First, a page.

Concussions are a lot more common than we think in the civilian world and are often missed in history gathering. A benign looking sport, such as cheerleading has a high rate of concussion, (we would not suspect and ask), while in football we expect concussions. Typically, the neurologic symptoms resolve; however, the psychiatric symptoms, such as depression and anxiety may persist long past the physical recovery.
- I would suggest we ask routinely on all initial evaluations about concussion and seizure history. Patients often may relate to the question: “Have you ever had your bell rung?” We need to ask the question of a patient in a way that they are on the same page. Concussion history, with or without loss of consciousness informs us regarding the severity factor.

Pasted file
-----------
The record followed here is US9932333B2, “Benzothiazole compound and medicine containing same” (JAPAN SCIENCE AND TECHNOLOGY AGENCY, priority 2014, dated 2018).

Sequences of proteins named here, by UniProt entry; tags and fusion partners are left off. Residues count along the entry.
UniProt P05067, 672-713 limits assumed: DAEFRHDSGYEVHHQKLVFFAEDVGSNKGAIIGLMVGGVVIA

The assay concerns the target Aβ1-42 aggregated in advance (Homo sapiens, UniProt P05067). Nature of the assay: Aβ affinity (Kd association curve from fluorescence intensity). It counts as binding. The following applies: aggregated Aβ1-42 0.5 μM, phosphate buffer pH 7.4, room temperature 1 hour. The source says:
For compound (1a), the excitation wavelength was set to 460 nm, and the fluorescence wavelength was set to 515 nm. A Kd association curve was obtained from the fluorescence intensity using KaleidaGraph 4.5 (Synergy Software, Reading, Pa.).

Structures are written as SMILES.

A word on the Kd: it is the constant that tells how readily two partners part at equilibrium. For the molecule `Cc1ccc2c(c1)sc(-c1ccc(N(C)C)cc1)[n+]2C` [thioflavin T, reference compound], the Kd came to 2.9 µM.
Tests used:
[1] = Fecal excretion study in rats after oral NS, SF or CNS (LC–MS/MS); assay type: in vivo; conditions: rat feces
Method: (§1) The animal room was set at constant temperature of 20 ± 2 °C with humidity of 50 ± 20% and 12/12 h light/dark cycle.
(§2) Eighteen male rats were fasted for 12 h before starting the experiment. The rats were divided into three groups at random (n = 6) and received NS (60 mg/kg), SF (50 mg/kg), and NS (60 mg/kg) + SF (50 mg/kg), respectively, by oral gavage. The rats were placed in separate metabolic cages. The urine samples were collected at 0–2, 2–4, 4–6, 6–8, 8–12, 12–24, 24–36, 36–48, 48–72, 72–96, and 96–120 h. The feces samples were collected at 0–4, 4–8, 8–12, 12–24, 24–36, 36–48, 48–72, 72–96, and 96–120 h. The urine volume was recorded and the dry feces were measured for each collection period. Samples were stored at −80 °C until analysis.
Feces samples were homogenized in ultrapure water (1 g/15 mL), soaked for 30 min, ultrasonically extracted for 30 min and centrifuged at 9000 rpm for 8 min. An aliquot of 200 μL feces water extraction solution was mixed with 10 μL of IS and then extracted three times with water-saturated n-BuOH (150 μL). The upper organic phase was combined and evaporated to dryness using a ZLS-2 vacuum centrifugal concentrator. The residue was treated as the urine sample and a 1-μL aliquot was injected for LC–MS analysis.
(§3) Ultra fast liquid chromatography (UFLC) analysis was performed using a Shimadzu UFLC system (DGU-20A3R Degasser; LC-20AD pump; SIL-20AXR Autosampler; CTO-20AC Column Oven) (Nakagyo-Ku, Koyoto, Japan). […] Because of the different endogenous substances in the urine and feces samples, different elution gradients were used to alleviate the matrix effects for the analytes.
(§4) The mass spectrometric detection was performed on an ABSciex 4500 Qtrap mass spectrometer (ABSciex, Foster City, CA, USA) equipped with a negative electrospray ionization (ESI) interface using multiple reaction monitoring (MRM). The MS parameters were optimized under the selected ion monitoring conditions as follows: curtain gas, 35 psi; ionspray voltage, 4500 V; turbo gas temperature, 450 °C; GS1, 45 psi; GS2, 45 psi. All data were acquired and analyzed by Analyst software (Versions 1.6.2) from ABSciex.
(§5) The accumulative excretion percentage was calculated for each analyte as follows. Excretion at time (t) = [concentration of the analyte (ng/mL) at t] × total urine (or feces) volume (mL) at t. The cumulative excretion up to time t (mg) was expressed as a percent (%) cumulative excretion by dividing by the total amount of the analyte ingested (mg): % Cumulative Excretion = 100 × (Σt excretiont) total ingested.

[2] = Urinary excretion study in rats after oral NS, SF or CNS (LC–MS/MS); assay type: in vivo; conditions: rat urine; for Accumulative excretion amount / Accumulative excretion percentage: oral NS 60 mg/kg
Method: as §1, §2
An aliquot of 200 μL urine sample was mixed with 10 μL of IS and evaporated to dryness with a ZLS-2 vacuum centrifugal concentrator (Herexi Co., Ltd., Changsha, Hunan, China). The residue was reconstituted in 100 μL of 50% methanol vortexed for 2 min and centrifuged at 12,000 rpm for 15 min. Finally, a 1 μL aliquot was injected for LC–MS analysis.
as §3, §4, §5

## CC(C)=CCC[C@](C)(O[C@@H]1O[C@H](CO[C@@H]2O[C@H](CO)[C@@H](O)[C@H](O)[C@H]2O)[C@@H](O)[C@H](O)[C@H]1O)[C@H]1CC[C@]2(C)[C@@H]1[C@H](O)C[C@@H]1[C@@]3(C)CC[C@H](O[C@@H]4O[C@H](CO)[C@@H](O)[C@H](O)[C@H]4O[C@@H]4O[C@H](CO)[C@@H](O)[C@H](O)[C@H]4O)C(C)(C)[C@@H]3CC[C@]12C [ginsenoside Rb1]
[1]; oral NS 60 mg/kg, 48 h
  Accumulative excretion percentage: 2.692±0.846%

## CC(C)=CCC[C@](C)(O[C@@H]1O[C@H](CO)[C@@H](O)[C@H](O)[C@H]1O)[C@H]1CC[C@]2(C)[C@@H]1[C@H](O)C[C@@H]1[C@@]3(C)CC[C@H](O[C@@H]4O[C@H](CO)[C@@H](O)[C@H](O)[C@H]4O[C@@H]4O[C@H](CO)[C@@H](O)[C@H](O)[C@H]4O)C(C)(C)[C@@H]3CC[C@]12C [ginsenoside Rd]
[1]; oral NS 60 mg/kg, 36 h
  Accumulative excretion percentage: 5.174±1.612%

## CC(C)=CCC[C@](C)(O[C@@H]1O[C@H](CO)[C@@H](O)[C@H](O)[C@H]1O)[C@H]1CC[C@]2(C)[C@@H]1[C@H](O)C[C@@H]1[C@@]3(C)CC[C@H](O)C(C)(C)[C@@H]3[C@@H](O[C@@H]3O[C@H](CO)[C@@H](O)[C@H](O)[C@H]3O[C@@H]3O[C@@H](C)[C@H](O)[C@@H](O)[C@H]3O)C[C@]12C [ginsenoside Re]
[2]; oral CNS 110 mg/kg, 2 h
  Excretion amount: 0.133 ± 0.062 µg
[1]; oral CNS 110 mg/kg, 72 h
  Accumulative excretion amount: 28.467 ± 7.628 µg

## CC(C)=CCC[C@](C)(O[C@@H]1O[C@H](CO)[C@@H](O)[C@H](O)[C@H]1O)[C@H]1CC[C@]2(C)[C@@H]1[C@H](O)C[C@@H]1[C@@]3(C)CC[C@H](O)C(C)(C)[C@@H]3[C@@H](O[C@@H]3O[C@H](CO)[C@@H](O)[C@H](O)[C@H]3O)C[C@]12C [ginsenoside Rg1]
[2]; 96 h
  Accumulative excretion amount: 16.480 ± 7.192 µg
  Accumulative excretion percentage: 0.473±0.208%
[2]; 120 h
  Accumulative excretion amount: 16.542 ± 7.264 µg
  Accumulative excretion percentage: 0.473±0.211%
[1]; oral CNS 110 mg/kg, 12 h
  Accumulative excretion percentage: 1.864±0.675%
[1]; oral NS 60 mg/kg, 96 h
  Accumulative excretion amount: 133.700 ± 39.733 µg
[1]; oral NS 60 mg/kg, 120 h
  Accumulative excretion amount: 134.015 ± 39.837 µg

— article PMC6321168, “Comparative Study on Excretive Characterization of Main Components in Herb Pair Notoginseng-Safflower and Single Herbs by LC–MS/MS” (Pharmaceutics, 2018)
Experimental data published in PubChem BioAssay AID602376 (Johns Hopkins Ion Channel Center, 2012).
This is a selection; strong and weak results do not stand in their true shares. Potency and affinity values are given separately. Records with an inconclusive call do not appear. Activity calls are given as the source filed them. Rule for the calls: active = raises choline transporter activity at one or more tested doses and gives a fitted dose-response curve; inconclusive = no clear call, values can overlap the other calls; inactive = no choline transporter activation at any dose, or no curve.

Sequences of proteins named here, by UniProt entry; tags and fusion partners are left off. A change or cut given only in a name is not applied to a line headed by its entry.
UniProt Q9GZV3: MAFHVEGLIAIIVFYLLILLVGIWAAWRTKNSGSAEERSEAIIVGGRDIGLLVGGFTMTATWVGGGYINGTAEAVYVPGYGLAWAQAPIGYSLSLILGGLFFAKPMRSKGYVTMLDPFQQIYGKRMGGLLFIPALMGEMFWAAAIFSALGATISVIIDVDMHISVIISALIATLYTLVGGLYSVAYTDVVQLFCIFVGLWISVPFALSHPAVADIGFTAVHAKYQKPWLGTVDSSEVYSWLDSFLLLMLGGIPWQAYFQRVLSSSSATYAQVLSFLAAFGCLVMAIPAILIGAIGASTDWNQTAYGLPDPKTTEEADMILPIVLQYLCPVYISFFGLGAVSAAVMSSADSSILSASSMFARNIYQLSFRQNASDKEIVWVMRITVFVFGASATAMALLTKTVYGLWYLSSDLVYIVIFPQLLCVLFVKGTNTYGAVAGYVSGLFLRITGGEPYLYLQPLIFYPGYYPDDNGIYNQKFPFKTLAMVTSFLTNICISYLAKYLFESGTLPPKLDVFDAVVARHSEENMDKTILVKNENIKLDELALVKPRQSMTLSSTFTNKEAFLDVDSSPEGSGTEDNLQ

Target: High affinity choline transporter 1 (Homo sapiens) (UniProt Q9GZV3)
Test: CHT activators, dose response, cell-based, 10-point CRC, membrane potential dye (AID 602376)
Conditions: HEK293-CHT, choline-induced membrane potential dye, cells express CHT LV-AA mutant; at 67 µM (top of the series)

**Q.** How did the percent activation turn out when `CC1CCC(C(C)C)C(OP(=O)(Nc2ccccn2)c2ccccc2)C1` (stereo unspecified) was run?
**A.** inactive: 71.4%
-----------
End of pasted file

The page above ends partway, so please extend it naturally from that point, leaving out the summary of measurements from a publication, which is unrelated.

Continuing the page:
- The suicide rates were elevated for all age groups, the highest being in the 16-20 year age group.
- The history of concussion should be included in every suicide/ lethality assessment.
- We should think about concussion as a “software malfunction” as there may not be any physical abnormality that is detectable on brain imaging.
- Pseudobulbar affect (PBA) should be excluded as emotional symptoms can overlap with PBA symptoms. PBA also occurs as a result of repeated concussions.